User Story Mapping for Domain Discovery
Learn what User Story Mapping is and what it can be used for, including domain discovery and design.
Are you in a company that are customer obsessed, striving to create solutions that focuses the user needs and desires? Maybe you even try to build those solutions together with the customer, involving them in the actual design by building incrementally using mock-ups, pilots, and MVPs? Or, maybe you are not there yet, but want to be? Anyhow, you have probably then wondered how on earth you can design and build a viable systems portfolio in such a setting, avoiding the risk of stringing together unfinished components with duct tape, strings and paper clips, or creating overly complex solutions to cater for any future need. There is a lot of talk about evolutionary architecture, but how can we tie that in with the customer needs? In order to build sustainable systems we need to know where the early prototypes are taking us; we need to be able to see further ahead. In short, what can help us do domain discovery in this agile world?
In this workshop, we will take a close look at a technique that came out of the agile community, user story mapping. The original application was to get control of the product backlog, making it explicitly connected with the user interaction and help discovering delivery slices that are viable for the user. Its applicability can also be extended to include other phases of the product delivery, all the way from the initial ideas and inception, creating coherent customer journeys, to the continuous enrichment and maintenance of the product after the initial deliveries.
We will create a map for a concrete product taken from the pay TV domain, trying to follow all the phases of the product delivery and discover the intricacies of the domain along the way. The user need is the main driver here, but will also be constrained by company strategies, IT legacy, organisational structure, and many other factors. We will then try to create a domain model that not only cater for the initial needs, but also what the map is telling us about the future. The goal is the balancing act of supporting the initial version well, not creating an overly-complex model that caters too much for possible future need, but still being adaptive enough to absorb changes that we see coming.
No programming skills required, but having IT experience is. Also, some experience with user stories and agile methodologies is advantageous, but not required. Should be relevant for anyone in a product team, i.e. product managers, service designers, UX, testers, business analyst, architect, and programmers. Some experience with modelling and creating diagrams (UML/C4) is useful. You also need to enjoy a collaborative environment, where all voices is heard.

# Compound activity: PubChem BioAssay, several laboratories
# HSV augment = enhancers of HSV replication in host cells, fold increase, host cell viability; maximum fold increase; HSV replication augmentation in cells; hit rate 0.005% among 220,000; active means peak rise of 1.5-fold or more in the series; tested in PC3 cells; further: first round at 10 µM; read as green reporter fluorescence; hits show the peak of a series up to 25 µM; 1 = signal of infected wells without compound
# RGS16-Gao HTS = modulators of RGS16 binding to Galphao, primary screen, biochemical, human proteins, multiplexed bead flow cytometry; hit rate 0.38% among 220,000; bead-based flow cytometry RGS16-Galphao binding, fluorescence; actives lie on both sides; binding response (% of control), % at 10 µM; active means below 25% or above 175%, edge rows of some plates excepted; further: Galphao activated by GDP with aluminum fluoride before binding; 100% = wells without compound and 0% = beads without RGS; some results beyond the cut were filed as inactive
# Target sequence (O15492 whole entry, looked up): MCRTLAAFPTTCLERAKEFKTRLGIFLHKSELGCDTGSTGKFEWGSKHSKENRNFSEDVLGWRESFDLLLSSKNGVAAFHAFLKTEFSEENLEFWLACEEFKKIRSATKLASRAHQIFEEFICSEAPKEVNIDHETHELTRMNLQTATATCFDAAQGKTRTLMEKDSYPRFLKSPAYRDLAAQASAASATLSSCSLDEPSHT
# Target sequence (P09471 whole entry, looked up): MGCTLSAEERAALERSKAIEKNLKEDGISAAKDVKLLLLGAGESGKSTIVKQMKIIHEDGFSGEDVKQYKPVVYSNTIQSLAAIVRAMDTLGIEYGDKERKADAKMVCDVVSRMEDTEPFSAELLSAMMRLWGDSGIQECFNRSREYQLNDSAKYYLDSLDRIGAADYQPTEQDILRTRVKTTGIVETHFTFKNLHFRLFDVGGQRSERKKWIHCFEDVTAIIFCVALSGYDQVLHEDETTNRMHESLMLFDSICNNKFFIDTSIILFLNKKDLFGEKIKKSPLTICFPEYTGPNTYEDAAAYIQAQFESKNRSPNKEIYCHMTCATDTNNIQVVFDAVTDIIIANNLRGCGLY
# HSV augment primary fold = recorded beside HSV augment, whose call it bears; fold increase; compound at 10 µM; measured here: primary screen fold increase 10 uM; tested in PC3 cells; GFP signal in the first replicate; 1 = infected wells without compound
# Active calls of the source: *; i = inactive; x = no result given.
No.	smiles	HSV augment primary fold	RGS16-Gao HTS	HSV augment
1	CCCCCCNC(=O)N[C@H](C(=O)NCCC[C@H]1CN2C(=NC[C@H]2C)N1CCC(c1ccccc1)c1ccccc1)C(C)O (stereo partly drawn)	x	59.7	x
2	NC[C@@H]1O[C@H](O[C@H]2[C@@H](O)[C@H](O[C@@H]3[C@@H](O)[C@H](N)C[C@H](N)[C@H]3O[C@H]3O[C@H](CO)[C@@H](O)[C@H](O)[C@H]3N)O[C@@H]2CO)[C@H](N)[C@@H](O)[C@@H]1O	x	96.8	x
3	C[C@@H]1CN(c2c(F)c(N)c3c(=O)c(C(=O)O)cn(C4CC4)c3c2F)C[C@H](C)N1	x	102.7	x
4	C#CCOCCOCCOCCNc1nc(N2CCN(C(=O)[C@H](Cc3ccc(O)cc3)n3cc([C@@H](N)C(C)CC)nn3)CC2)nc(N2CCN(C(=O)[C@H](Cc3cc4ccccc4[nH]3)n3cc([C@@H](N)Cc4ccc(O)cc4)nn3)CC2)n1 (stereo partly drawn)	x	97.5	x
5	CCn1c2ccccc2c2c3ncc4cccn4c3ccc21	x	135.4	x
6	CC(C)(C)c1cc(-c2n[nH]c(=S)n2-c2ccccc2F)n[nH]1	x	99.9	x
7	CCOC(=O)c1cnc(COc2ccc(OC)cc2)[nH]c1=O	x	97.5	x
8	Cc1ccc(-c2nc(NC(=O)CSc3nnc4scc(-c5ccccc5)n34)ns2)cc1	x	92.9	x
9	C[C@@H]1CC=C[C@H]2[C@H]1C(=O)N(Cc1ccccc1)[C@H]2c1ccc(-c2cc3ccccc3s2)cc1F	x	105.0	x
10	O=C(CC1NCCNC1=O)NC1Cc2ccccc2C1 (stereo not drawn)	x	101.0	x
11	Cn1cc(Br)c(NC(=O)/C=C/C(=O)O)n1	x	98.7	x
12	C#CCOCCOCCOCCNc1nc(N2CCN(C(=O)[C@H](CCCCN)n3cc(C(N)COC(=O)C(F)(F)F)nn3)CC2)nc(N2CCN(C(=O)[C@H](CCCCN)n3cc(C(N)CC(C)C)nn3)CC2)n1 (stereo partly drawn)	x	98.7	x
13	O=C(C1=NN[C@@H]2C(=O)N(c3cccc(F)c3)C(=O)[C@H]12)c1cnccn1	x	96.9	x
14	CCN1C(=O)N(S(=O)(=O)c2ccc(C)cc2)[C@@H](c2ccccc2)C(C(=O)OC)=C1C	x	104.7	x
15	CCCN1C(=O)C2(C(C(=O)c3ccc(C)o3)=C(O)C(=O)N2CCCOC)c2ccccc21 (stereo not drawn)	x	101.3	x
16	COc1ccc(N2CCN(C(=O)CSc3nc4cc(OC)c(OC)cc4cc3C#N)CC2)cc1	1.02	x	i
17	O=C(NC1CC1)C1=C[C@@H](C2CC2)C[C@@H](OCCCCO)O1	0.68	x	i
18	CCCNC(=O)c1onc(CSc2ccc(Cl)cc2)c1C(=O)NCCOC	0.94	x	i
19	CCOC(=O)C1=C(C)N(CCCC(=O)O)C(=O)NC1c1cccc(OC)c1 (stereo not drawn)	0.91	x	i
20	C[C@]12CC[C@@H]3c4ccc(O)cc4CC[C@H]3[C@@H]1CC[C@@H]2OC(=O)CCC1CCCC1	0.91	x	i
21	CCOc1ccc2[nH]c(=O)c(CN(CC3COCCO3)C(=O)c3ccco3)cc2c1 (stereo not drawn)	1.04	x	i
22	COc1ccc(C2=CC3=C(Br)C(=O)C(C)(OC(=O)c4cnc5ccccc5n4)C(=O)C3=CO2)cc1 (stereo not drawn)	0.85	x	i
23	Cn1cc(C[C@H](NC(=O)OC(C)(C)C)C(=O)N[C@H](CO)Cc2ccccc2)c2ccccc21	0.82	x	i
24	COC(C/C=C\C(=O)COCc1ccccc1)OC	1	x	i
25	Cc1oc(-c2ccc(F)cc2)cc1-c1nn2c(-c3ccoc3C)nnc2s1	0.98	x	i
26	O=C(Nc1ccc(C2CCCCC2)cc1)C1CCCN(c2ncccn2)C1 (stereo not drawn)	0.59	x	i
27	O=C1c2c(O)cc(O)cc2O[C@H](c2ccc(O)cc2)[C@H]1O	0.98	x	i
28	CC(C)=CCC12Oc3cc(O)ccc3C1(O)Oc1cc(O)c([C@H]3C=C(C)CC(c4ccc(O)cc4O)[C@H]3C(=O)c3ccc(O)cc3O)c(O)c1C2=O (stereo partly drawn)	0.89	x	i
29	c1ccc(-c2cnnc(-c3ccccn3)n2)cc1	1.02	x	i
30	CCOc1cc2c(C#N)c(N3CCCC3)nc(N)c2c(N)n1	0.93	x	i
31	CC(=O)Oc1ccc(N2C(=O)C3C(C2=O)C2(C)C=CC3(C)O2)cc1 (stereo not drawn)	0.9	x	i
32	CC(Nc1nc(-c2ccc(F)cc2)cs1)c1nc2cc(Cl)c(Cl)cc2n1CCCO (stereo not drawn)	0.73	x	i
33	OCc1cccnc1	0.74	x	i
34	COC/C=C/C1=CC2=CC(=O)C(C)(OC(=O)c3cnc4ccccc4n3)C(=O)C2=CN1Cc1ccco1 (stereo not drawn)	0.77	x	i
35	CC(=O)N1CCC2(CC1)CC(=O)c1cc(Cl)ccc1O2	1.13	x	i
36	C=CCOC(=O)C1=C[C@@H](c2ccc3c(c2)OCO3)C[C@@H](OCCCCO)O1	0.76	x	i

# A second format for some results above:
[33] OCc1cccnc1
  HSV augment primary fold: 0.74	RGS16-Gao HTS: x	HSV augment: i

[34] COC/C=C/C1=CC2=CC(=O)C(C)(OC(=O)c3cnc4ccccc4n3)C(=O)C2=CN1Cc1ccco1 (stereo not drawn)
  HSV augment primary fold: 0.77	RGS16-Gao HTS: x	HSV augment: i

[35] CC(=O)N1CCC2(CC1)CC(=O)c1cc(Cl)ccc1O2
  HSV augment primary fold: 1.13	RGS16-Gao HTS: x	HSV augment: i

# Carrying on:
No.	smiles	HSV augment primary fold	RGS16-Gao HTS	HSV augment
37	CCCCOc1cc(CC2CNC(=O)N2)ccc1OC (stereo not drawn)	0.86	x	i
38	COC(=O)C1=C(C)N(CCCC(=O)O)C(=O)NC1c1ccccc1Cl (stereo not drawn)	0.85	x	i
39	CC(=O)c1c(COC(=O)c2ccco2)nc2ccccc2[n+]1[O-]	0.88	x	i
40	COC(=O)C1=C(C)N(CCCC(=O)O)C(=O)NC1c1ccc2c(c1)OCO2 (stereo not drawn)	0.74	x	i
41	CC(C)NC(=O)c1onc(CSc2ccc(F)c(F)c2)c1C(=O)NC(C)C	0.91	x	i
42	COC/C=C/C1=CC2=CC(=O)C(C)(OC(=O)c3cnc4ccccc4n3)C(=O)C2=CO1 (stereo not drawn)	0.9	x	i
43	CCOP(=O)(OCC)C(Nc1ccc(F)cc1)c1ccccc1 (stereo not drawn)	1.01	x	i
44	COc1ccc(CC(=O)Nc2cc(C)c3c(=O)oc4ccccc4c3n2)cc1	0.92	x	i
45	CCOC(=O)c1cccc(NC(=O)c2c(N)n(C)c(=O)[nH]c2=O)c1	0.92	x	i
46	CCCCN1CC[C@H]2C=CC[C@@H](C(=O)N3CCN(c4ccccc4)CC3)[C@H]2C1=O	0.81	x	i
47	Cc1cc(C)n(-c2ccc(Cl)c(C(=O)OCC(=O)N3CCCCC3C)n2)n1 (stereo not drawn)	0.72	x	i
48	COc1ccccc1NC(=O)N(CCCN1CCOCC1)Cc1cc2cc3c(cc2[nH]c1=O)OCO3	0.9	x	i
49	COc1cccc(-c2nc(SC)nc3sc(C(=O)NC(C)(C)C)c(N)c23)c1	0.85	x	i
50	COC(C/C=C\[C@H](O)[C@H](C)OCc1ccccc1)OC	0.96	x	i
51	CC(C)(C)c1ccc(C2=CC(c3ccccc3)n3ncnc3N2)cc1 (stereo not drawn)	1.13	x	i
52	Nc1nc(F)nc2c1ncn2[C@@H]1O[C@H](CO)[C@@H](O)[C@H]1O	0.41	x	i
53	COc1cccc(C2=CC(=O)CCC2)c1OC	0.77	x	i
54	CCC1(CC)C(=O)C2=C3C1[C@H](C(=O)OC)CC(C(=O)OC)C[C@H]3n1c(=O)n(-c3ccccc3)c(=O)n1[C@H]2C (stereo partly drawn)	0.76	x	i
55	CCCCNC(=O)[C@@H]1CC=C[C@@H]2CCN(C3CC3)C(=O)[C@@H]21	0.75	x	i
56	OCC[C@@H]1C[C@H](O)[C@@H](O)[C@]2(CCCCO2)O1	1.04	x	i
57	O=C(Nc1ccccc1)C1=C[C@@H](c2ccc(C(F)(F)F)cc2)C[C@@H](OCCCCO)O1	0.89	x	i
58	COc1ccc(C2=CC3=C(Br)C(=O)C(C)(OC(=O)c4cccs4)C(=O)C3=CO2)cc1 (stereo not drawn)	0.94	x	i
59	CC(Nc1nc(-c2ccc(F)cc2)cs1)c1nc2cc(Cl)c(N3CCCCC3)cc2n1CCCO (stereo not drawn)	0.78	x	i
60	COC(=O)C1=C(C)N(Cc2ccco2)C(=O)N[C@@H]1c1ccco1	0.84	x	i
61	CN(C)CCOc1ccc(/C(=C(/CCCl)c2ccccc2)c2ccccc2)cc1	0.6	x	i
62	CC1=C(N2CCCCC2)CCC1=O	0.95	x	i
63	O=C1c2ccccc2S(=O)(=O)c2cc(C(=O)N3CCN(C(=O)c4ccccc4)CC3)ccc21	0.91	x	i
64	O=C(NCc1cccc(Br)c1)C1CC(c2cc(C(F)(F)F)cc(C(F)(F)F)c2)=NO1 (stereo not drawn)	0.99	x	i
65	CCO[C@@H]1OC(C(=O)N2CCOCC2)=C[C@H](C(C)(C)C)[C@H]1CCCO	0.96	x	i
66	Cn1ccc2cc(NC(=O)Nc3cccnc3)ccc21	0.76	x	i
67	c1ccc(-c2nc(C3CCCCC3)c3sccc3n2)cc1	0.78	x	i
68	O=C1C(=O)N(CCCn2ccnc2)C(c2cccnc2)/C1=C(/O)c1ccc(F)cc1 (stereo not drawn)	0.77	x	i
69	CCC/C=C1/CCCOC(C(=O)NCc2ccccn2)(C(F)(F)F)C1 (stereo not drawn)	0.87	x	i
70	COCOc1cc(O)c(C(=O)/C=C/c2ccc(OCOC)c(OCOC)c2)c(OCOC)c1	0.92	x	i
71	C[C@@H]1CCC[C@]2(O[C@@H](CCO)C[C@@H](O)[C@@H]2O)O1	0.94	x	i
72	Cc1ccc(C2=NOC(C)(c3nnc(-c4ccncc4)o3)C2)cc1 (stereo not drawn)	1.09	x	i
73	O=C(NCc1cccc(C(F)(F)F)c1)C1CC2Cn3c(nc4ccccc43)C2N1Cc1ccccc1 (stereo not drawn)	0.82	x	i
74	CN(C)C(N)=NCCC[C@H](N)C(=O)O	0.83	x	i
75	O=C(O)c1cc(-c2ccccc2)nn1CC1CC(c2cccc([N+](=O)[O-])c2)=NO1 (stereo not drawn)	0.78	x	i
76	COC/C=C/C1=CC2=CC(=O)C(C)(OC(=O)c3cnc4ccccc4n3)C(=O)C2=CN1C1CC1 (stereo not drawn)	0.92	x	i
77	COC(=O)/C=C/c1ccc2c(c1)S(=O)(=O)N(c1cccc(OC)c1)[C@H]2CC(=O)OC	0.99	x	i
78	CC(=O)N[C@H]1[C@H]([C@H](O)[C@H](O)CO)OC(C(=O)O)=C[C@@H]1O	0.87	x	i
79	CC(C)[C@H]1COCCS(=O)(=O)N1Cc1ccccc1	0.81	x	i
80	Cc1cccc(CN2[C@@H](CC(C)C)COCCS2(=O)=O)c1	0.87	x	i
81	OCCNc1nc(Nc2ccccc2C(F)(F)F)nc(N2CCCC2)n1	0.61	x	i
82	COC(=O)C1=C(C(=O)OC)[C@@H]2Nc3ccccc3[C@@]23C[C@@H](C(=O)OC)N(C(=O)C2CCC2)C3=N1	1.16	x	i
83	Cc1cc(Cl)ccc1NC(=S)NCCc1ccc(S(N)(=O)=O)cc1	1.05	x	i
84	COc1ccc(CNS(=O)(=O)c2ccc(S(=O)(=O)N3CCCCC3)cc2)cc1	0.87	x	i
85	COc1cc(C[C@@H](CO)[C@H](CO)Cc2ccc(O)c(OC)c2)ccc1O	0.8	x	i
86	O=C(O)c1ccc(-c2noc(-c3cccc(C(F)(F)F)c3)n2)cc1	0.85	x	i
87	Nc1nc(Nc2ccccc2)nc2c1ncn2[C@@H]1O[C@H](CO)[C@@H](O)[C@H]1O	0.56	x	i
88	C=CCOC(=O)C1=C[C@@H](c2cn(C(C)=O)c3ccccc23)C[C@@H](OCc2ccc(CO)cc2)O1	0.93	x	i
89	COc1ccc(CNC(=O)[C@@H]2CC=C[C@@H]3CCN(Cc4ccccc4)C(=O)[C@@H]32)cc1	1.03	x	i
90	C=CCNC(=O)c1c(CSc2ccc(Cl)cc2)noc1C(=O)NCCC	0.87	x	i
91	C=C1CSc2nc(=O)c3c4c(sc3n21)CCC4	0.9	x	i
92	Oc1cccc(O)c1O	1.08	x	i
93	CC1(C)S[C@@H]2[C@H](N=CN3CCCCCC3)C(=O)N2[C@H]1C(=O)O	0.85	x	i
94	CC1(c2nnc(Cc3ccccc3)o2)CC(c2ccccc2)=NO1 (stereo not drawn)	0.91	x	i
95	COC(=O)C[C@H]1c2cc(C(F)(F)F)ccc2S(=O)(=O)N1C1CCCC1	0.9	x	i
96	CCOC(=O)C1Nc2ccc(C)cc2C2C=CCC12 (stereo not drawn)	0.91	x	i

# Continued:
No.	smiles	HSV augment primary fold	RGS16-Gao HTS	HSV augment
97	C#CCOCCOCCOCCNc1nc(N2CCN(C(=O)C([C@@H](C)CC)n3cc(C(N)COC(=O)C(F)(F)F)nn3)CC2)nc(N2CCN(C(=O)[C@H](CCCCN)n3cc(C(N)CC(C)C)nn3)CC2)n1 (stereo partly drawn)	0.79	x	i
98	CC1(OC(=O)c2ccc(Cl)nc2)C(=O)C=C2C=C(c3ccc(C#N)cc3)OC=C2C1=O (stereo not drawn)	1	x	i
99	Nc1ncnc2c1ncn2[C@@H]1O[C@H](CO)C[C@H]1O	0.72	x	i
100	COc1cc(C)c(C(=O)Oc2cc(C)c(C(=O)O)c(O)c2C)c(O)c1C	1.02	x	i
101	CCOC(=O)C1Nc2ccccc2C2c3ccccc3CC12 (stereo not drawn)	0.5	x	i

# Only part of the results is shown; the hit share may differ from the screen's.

Benefits of participating
The participants will gain insight of user story mapping and its applicability in the development, delivery, and maintenance of a product, as well as using it as a tool for domain discovery and design. The participants will do some modelling and will be exposed to the C4 model.
Paper rolls, post-it notes, and pens.
The intention is to make this a highly collaborative session, where we learn by doing.
The group will be split into smaller teams of 5-6 people each which will work together throughout the session.
Short presentations will be given on the techniques and the case under study, but the intent is also to share ideas from the participants. There is no one right way of approaching this.
In the first half of the session the teams will create a story map based on the requirements given and the session leader will act as the domain expert.
In the second half we will share modelling techniques and the teams will try to model the domain based on the knowledge from the story map and other requirements gathered from the domain expert.
The teams will also have to update their map and model based on new requirements.
The session will conclude with the teams sharing their maps, models, and experiences with the rest, hopefully getting a discussion of how this user centred approach worked for domain discovery and modelling.
Describing the intention of the workshop
Presenting basic story mapping
Presenting the case from the pay TV domain
Mapping in teams based on a user need taken from the pay TV domain
Presenting story slicing and creating product increments
The teams slice their story map based on product priorities
Short discussion on modelling techniques
The teams models the domain, e.g using system context diagrams (C4) and context maps (DDD)
Present a new set of user requirements
The teams update their maps and iterate their models
The teams share their maps and models
Discussion on the benefit of user story mapping in domain discovery and modelling
Mail to participants for resources used on the day, outcome of discussions and groups exercises.
- Trond Hjorteland